Many student groups engage in various Christmas projects each year. In fact, lots of beneficial projects happen annually. Unfortunately, these projects, while they serve a good cause, are typically short-lived and unchallenging. In other words, most are simply too easy. Here’s a way to help your students engage in a project that centers on developing a sacrificial spirit for more than a couple of hours. This project targets the development of a sacrificial lifestyle, the formation of servanthood, and the birth of the courage necessary to combat consumerism during the most commercialized season of the year.

1. To start, think of at least 12 ideas/ways your teens can exhibit a sacrificial attitude during the Christmas season. Bring your top teens together for this, letting them brainstorm various possibilities with you. Sending cards, visiting hospitals, delivering food, collecting coats and gloves, baby sitting, and cleaning houses are just a few ideas. Remember — the more the merrier!

2. With the list before you, encourage your students to select 12, adopting these ideas as their “12 Days Of Christmas” service project. Ideally, the 12 ideas that comprise this project should be the student’s choice. However, you may need to help with appointments, transportation, arrangements, etc. if duty calls for it. Of course, let them take the initiative and do the bulk of the work. Otherwise, it’s simply your project with their name on it. Additionally, all involved should start on the same day: December 13. Following this format enables everyone to wrap up his or her 12 individual ideas on Christmas Eve.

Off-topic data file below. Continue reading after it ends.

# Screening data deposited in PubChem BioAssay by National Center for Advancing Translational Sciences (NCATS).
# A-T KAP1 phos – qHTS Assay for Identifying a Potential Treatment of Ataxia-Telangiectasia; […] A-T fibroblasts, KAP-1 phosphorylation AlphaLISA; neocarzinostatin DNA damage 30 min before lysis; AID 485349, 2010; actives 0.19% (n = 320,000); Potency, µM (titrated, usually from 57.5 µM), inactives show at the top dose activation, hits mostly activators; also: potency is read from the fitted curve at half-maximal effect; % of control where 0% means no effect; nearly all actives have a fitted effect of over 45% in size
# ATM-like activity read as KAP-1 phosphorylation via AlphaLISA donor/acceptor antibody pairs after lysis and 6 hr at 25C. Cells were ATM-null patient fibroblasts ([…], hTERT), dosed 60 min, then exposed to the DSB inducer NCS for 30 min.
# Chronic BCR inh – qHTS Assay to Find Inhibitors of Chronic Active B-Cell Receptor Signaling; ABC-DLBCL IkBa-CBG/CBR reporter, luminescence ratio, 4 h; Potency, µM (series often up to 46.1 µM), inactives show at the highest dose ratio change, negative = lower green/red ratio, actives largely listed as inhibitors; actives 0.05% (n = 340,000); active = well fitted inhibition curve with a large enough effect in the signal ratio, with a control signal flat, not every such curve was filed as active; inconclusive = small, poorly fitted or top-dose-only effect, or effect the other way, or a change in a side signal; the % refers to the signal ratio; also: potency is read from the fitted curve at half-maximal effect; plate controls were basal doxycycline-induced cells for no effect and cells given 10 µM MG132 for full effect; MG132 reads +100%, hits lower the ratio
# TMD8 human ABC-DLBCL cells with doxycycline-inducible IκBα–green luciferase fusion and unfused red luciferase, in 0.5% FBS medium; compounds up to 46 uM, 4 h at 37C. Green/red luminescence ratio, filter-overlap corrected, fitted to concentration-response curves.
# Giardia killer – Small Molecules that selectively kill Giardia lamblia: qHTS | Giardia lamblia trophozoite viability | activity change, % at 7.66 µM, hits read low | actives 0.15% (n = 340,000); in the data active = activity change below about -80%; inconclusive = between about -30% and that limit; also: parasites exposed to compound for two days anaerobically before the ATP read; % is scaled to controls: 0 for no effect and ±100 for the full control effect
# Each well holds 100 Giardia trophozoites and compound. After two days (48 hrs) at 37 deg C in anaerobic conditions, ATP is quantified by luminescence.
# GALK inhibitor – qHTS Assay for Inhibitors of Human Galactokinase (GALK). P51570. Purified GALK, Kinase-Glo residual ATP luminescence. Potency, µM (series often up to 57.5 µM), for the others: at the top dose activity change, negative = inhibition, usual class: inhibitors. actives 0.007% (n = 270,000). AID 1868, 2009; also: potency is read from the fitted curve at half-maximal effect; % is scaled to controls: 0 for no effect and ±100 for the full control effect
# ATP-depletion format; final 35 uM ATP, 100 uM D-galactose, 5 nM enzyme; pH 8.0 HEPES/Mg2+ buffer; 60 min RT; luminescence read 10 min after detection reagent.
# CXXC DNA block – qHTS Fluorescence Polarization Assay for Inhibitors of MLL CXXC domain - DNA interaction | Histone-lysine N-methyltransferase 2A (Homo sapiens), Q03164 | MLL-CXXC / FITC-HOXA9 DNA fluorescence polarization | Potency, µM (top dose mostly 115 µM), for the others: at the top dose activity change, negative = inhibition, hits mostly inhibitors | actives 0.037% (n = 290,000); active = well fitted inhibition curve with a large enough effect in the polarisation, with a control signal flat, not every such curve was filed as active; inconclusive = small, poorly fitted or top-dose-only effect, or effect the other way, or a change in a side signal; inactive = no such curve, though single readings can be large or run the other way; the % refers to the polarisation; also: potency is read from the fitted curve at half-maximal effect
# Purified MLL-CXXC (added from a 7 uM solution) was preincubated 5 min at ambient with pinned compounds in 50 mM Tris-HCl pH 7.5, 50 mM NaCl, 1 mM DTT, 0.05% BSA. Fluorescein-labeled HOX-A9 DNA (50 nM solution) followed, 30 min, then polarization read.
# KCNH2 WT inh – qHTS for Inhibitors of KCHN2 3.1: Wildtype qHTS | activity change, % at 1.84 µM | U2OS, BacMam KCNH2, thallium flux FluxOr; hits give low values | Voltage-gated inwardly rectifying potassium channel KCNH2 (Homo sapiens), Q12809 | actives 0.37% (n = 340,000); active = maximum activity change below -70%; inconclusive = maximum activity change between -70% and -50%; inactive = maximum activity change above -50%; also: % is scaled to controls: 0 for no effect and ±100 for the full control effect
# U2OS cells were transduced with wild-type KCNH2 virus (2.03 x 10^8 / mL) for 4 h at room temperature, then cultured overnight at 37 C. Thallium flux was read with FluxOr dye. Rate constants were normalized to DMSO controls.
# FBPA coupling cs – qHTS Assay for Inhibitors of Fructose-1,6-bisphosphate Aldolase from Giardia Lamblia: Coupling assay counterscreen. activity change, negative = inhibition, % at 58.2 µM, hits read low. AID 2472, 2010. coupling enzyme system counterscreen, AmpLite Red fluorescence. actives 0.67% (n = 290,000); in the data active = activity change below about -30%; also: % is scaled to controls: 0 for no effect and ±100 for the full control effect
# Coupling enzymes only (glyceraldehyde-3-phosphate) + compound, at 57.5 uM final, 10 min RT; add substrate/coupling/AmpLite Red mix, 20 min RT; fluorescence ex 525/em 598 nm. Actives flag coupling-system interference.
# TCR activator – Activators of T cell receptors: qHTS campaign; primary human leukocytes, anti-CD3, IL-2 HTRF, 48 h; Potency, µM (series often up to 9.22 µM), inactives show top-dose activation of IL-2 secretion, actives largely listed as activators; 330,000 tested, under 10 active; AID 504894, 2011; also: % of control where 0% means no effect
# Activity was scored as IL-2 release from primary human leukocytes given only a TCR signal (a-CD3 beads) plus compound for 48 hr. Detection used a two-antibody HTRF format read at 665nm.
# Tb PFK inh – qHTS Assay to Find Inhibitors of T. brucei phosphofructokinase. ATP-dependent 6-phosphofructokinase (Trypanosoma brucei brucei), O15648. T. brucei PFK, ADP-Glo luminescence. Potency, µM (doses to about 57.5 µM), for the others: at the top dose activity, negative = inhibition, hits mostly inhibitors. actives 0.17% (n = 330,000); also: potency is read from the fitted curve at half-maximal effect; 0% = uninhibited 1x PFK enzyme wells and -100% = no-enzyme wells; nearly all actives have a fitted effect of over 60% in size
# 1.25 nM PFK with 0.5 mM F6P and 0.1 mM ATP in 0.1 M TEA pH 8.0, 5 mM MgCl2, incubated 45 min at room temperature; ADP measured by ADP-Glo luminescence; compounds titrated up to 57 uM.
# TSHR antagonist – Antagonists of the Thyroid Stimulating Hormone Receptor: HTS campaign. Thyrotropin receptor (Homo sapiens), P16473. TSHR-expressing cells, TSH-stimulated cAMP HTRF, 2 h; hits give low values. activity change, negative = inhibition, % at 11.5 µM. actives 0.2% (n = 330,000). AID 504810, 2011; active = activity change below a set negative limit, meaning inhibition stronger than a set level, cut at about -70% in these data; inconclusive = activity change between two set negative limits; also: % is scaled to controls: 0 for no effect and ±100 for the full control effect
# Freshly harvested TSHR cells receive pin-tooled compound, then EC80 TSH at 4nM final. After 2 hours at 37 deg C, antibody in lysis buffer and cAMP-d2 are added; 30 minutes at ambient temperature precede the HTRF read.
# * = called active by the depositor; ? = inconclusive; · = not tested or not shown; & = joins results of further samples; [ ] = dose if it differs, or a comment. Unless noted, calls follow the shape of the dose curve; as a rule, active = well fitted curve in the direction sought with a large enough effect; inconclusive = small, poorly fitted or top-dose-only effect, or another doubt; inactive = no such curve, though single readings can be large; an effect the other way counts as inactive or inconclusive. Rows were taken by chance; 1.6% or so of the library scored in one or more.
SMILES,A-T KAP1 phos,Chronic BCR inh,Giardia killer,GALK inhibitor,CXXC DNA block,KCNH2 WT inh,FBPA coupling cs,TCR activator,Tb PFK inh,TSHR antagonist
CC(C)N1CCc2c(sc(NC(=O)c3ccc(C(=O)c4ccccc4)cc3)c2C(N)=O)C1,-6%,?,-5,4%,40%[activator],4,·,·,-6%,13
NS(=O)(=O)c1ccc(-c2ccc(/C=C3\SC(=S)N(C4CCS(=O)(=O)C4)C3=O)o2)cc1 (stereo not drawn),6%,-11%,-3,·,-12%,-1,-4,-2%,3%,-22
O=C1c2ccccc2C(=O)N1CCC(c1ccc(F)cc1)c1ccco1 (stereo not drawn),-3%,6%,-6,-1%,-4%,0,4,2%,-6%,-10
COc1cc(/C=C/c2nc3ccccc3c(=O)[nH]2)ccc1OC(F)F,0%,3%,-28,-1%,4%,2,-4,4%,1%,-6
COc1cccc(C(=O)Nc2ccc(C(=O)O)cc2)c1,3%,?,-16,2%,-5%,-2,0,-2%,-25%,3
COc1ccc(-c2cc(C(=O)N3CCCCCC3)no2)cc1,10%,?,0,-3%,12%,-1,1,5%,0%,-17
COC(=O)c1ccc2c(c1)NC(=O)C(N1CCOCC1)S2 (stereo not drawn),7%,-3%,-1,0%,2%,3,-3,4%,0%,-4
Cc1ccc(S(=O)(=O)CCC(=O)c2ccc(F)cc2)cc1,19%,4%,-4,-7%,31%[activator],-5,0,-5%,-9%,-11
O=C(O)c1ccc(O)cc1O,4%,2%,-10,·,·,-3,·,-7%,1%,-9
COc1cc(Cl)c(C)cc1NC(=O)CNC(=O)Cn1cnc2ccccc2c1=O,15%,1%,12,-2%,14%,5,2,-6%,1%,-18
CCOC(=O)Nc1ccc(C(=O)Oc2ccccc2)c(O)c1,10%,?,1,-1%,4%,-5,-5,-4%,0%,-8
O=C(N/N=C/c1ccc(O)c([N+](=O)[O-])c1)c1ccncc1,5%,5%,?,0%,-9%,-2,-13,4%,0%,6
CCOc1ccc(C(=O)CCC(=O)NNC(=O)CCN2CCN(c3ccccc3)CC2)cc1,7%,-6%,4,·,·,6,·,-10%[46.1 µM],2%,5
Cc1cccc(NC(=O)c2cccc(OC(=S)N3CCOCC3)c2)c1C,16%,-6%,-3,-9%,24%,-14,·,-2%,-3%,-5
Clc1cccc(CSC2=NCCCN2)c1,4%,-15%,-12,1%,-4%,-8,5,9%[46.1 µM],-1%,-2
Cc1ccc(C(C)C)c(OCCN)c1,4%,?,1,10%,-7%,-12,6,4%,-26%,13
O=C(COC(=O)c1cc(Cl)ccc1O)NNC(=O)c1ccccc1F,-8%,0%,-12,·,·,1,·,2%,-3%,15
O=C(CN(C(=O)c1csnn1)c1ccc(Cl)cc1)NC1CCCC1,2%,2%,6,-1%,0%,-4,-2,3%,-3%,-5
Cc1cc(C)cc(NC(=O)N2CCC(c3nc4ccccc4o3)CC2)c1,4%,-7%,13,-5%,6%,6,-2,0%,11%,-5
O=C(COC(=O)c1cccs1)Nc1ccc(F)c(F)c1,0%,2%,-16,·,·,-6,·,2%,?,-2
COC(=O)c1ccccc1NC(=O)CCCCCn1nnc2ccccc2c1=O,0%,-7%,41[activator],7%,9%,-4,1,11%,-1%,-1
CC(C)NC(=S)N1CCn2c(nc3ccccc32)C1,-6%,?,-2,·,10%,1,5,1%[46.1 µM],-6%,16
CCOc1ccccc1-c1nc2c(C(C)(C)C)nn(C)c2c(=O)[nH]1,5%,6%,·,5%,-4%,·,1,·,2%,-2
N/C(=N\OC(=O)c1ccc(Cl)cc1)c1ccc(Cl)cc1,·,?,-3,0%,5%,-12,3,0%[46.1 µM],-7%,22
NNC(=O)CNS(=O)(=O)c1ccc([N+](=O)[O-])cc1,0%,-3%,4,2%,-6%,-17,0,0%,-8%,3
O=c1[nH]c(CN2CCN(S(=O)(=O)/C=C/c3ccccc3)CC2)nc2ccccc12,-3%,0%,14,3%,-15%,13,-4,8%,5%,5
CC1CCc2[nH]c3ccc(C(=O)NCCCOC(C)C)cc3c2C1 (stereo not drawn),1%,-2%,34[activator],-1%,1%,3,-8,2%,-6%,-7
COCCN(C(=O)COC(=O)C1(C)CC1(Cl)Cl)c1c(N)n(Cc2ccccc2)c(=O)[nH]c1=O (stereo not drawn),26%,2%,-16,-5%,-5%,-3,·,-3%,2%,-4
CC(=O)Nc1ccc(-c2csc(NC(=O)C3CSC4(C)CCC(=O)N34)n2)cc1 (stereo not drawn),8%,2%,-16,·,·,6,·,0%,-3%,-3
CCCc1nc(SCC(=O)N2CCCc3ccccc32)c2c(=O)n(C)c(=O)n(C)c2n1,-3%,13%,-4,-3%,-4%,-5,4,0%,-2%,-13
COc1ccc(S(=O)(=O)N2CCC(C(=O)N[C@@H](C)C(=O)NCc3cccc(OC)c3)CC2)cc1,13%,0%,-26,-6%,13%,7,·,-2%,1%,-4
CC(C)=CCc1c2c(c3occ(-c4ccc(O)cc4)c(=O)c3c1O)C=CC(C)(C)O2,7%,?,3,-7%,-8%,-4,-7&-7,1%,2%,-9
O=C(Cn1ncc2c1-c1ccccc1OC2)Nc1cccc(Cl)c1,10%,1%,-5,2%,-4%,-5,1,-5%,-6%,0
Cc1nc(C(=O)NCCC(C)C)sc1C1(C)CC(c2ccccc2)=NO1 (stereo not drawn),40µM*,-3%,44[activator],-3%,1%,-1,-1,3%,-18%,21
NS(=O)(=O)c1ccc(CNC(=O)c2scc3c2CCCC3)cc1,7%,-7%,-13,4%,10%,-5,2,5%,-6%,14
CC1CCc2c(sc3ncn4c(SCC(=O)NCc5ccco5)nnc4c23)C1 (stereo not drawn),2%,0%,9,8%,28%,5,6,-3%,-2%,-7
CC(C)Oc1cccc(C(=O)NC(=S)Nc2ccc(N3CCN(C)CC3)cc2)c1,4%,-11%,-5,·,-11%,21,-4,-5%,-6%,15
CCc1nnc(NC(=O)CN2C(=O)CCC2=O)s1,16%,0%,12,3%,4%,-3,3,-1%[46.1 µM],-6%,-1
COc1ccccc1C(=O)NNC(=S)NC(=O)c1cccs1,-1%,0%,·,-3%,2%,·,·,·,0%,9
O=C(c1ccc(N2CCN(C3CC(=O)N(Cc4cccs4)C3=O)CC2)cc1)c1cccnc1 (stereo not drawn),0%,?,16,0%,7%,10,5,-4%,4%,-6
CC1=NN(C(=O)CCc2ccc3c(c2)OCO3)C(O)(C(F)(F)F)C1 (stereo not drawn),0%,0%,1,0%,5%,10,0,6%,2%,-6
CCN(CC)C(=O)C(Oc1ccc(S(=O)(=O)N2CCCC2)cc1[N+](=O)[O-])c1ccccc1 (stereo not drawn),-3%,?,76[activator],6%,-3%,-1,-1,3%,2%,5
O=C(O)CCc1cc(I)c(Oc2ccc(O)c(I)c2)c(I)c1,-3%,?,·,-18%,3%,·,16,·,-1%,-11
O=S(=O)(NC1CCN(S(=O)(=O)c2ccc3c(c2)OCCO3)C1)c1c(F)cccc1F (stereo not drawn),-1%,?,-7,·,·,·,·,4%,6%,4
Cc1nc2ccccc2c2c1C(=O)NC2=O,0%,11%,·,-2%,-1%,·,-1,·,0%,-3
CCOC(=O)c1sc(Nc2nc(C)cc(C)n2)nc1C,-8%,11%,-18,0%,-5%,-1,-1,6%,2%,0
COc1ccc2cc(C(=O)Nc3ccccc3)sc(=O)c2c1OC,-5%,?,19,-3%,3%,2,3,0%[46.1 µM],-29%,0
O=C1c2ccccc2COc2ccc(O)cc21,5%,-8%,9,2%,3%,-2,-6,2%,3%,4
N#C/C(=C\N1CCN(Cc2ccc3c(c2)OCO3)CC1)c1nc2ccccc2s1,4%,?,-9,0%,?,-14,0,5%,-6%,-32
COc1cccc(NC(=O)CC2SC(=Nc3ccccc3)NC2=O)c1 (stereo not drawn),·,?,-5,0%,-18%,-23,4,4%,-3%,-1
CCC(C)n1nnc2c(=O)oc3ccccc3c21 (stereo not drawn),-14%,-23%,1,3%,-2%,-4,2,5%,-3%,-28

3. Beginning December 13th, each student participating in this effort works toward this goal: Accomplish one sacrificial project each day, with an eye to finishing all 12 by Christmas Eve.

4. Each student is to try and do three things each day, but in reality the first one is the one that matters most:

a. Accomplish the specified service project/idea.

b. Call another student on the team and share their experience, listening in return for the blessing received by the other student. This also aids in accountability.

c. Chart their progress and impact by journaling. Students who write down meaningful experiences typically benefit from them longer.

A project of this nature does so much to help young people develop sacrificial habits and attitudes that start becoming part of their lifestyle. After all, isn’t that we’re after — believers who sacrifice year round, not just during the Yuletide season?

HINT: Make this project a volunteer-based effort; don’t force kids to be involved. Because you’re trying to instill attitudes and build habits, ask for only the ones willing to work hard at sacrifice. This will take more than the desire to look good in front of the youth pastor and more than the need to gain a holiday “feel-good” before they open up their 19 Christmas gifts. Once the serious have volunteered, meet together and charge!

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